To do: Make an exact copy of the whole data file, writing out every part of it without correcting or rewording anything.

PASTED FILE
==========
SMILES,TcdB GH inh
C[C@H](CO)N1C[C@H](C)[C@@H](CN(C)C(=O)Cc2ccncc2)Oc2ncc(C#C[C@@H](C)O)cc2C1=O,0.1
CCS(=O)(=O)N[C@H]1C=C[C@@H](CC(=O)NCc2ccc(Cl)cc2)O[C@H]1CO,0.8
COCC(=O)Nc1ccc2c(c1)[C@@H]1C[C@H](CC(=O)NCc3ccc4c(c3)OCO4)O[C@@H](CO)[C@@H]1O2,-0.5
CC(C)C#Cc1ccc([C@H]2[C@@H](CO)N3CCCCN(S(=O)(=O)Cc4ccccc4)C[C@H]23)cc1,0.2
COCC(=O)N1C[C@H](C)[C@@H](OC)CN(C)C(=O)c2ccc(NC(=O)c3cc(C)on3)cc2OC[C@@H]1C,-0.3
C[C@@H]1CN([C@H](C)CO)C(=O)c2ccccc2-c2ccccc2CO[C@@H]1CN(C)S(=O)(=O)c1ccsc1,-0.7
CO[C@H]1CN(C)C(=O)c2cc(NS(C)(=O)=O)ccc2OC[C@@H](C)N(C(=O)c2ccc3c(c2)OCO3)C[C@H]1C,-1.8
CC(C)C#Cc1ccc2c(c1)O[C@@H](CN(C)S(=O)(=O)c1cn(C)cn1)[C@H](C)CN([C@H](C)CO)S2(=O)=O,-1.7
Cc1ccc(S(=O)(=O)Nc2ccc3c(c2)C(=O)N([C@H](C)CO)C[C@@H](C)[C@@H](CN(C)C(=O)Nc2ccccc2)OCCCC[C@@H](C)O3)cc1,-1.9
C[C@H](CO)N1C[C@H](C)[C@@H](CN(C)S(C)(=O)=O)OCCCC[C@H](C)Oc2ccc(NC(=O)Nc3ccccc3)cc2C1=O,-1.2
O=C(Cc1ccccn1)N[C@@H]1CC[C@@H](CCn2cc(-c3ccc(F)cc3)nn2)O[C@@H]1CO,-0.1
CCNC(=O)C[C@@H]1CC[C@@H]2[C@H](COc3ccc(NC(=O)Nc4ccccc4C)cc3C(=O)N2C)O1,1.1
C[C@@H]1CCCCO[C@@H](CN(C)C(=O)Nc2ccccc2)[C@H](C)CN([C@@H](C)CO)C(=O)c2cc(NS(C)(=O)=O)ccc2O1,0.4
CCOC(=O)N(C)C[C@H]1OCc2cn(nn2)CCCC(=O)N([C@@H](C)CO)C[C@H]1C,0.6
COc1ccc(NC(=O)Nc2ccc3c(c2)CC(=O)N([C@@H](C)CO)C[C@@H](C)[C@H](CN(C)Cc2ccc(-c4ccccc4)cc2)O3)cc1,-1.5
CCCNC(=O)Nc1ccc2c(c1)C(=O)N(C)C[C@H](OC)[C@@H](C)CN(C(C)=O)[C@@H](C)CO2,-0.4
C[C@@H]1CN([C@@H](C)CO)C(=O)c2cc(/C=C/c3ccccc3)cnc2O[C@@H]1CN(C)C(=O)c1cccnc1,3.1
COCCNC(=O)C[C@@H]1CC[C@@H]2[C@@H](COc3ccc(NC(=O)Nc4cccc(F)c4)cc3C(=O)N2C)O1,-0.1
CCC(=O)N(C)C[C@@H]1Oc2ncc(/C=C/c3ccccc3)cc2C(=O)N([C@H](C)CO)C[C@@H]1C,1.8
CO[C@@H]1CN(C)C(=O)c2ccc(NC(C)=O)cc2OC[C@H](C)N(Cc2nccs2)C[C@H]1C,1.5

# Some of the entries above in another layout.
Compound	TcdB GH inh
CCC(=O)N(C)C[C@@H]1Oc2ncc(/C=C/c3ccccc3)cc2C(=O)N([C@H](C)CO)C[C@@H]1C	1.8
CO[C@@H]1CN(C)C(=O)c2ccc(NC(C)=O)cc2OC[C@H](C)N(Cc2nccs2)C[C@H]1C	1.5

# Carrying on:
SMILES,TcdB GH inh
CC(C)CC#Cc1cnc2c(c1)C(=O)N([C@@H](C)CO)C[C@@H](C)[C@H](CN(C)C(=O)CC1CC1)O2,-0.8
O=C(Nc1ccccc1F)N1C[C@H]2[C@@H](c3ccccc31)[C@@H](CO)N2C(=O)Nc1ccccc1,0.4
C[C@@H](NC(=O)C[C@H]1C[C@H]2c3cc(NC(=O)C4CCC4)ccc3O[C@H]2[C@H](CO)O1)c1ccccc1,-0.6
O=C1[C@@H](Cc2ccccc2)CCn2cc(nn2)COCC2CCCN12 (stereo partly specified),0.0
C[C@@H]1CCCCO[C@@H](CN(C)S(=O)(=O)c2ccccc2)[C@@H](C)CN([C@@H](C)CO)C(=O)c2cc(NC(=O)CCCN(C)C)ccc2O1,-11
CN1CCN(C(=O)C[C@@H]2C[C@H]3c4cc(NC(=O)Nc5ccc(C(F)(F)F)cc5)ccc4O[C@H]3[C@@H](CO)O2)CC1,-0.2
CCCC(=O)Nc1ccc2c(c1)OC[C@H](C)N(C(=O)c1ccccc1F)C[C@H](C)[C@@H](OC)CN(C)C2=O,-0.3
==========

SMILES,TcdB GH inh
C[C@H](CO)N1C[C@H](C)[C@@H](CN(C)C(=O)Cc2ccncc2)Oc2ncc(C#C[C@@H](C)O)cc2C1=O,0.1
CCS(=O)(=O)N[C@H]1C=C[C@@H](CC(=O)NCc2ccc(Cl)cc2)O[C@H]1CO,0.8
COCC(=O)Nc1ccc2c(c1)[C@@H]1C[C@H](CC(=O)NCc3ccc4c(c3)OCO4)O[C@@H](CO)[C@@H]1O2,-0.5
CC(C)C#Cc1ccc([C@H]2[C@@H](CO)N3CCCCN(S(=O)(=O)Cc4ccccc4)C[C@H]23)cc1,0.2
COCC(=O)N1C[C@H](C)[C@@H](OC)CN(C)C(=O)c2ccc(NC(=O)c3cc(C)on3)cc2OC[C@@H]1C,-0.3
C[C@@H]1CN([C@H](C)CO)C(=O)c2ccccc2-c2ccccc2CO[C@@H]1CN(C)S(=O)(=O)c1ccsc1,-0.7
CO[C@H]1CN(C)C(=O)c2cc(NS(C)(=O)=O)ccc2OC[C@@H](C)N(C(=O)c2ccc3c(c2)OCO3)C[C@H]1C,-1.8
CC(C)C#Cc1ccc2c(c1)O[C@@H](CN(C)S(=O)(=O)c1cn(C)cn1)[C@H](C)CN([C@H](C)CO)S2(=O)=O,-1.7
Cc1ccc(S(=O)(=O)Nc2ccc3c(c2)C(=O)N([C@H](C)CO)C[C@@H](C)[C@@H](CN(C)C(=O)Nc2ccccc2)OCCCC[C@@H](C)O3)cc1,-1.9
C[C@H](CO)N1C[C@H](C)[C@@H](CN(C)S(C)(=O)=O)OCCCC[C@H](C)Oc2ccc(NC(=O)Nc3ccccc3)cc2C1=O,-1.2
O=C(Cc1ccccn1)N[C@@H]1CC[C@@H](CCn2cc(-c3ccc(F)cc3)nn2)O[C@@H]1CO,-0.1
CCNC(=O)C[C@@H]1CC[C@@H]2[C@H](COc3ccc(NC(=O)Nc4ccccc4C)cc3C(=O)N2C)O1,1.1
C[C@@H]1CCCCO[C@@H](CN(C)C(=O)Nc2ccccc2)[C@H](C)CN([C@@H](C)CO)C(=O)c2cc(NS(C)(=O)=O)ccc2O1,0.4
CCOC(=O)N(C)C[C@H]1OCc2cn(nn2)CCCC(=O)N([C@@H](C)CO)C[C@H]1C,0.6
COc1ccc(NC(=O)Nc2ccc3c(c2)CC(=O)N([C@@H](C)CO)C[C@@H](C)[C@H](CN(C)Cc2ccc(-c4ccccc4)cc2)O3)cc1,-1.5
CCCNC(=O)Nc1ccc2c(c1)C(=O)N(C)C[C@H](OC)[C@@H](C)CN(C(C)=O)[C@@H](C)CO2,-0.4
C[C@@H]1CN([C@@H](C)CO)C(=O)c2cc(/C=C/c3ccccc3)cnc2O[C@@H]1CN(C)C(=O)c1cccnc1,3.1
COCCNC(=O)C[C@@H]1CC[C@@H]2[C@@H](COc3ccc(NC(=O)Nc4cccc(F)c4)cc3C(=O)N2C)O1,-0.1
CCC(=O)N(C)C[C@@H]1Oc2ncc(/C=C/c3ccccc3)cc2C(=O)N([C@H](C)CO)C[C@@H]1C,1.8
CO[C@@H]1CN(C)C(=O)c2ccc(NC(C)=O)cc2OC[C@H](C)N(Cc2nccs2)C[C@H]1C,1.5

# Some of the entries above in another layout.
Compound	TcdB GH inh
CCC(=O)N(C)C[C@@H]1Oc2ncc(/C=C/c3ccccc3)cc2C(=O)N([C@H](C)CO)C[C@@H]1C	1.8
CO[C@@H]1CN(C)C(=O)c2ccc(NC(C)=O)cc2OC[C@H](C)N(Cc2nccs2)C[C@H]1C	1.5

# Carrying on:
SMILES,TcdB GH inh
CC(C)CC#Cc1cnc2c(c1)C(=O)N([C@@H](C)CO)C[C@@H](C)[C@H](CN(C)C(=O)CC1CC1)O2,-0.8
O=C(Nc1ccccc1F)N1C[C@H]2[C@@H](c3ccccc31)[C@@H](CO)N2C(=O)Nc1ccccc1,0.4
C[C@@H](NC(=O)C[C@H]1C[C@H]2c3cc(NC(=O)C4CCC4)ccc3O[C@H]2[C@H](CO)O1)c1ccccc1,-0.6
O=C1[C@@H](Cc2ccccc2)CCn2cc(nn2)COCC2CCCN12 (stereo partly specified),0.0
C[C@@H]1CCCCO[C@@H](CN(C)S(=O)(=O)c2ccccc2)[C@@H](C)CN([C@@H](C)CO)C(=O)c2cc(NC(=O)CCCN(C)C)ccc2O1,-11
CN1CCN(C(=O)C[C@@H]2C[C@H]3c4cc(NC(=O)Nc5ccc(C(F)(F)F)cc5)ccc4O[C@H]3[C@@H](CO)O2)CC1,-0.2
CCCC(=O)Nc1ccc2c(c1)OC[C@H](C)N(C(=O)c1ccccc1F)C[C@H](C)[C@@H](OC)CN(C)C2=O,-0.3